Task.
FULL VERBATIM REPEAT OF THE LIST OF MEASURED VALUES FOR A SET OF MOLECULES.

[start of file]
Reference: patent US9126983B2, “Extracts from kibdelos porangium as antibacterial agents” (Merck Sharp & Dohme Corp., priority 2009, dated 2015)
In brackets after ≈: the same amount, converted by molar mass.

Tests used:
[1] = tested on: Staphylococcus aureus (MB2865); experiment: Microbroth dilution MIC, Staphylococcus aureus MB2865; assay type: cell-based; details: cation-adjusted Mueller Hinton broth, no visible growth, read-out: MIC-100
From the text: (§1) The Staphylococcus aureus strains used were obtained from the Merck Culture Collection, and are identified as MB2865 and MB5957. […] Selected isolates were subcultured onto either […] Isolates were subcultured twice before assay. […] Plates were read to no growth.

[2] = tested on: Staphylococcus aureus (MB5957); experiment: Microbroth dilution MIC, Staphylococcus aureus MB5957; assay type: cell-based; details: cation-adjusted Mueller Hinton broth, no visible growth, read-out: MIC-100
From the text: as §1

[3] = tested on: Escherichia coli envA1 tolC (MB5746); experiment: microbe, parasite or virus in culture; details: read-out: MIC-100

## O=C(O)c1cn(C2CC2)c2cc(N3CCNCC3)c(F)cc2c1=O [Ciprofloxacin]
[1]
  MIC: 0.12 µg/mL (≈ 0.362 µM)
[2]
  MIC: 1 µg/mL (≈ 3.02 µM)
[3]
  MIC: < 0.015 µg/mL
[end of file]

Reference: patent US9126983B2, “Extracts from kibdelos porangium as antibacterial agents” (Merck Sharp & Dohme Corp., priority 2009, dated 2015)
In brackets after ≈: the same amount, converted by molar mass.

Tests used:
[1] = tested on: Staphylococcus aureus (MB2865); experiment: Microbroth dilution MIC, Staphylococcus aureus MB2865; assay type: cell-based; details: cation-adjusted Mueller Hinton broth, no visible growth, read-out: MIC-100
From the text: (§1) The Staphylococcus aureus strains used were obtained from the Merck Culture Collection, and are identified as MB2865 and MB5957. […] Selected isolates were subcultured onto either […] Isolates were subcultured twice before assay. […] Plates were read to no growth.

[2] = tested on: Staphylococcus aureus (MB5957); experiment: Microbroth dilution MIC, Staphylococcus aureus MB5957; assay type: cell-based; details: cation-adjusted Mueller Hinton broth, no visible growth, read-out: MIC-100
From the text: as §1

[3] = tested on: Escherichia coli envA1 tolC (MB5746); experiment: microbe, parasite or virus in culture; details: read-out: MIC-100

## O=C(O)c1cn(C2CC2)c2cc(N3CCNCC3)c(F)cc2c1=O [Ciprofloxacin]
[1]
  MIC: 0.12 µg/mL (≈ 0.362 µM)
[2]
  MIC: 1 µg/mL (≈ 3.02 µM)
[3]
  MIC: < 0.015 µg/mL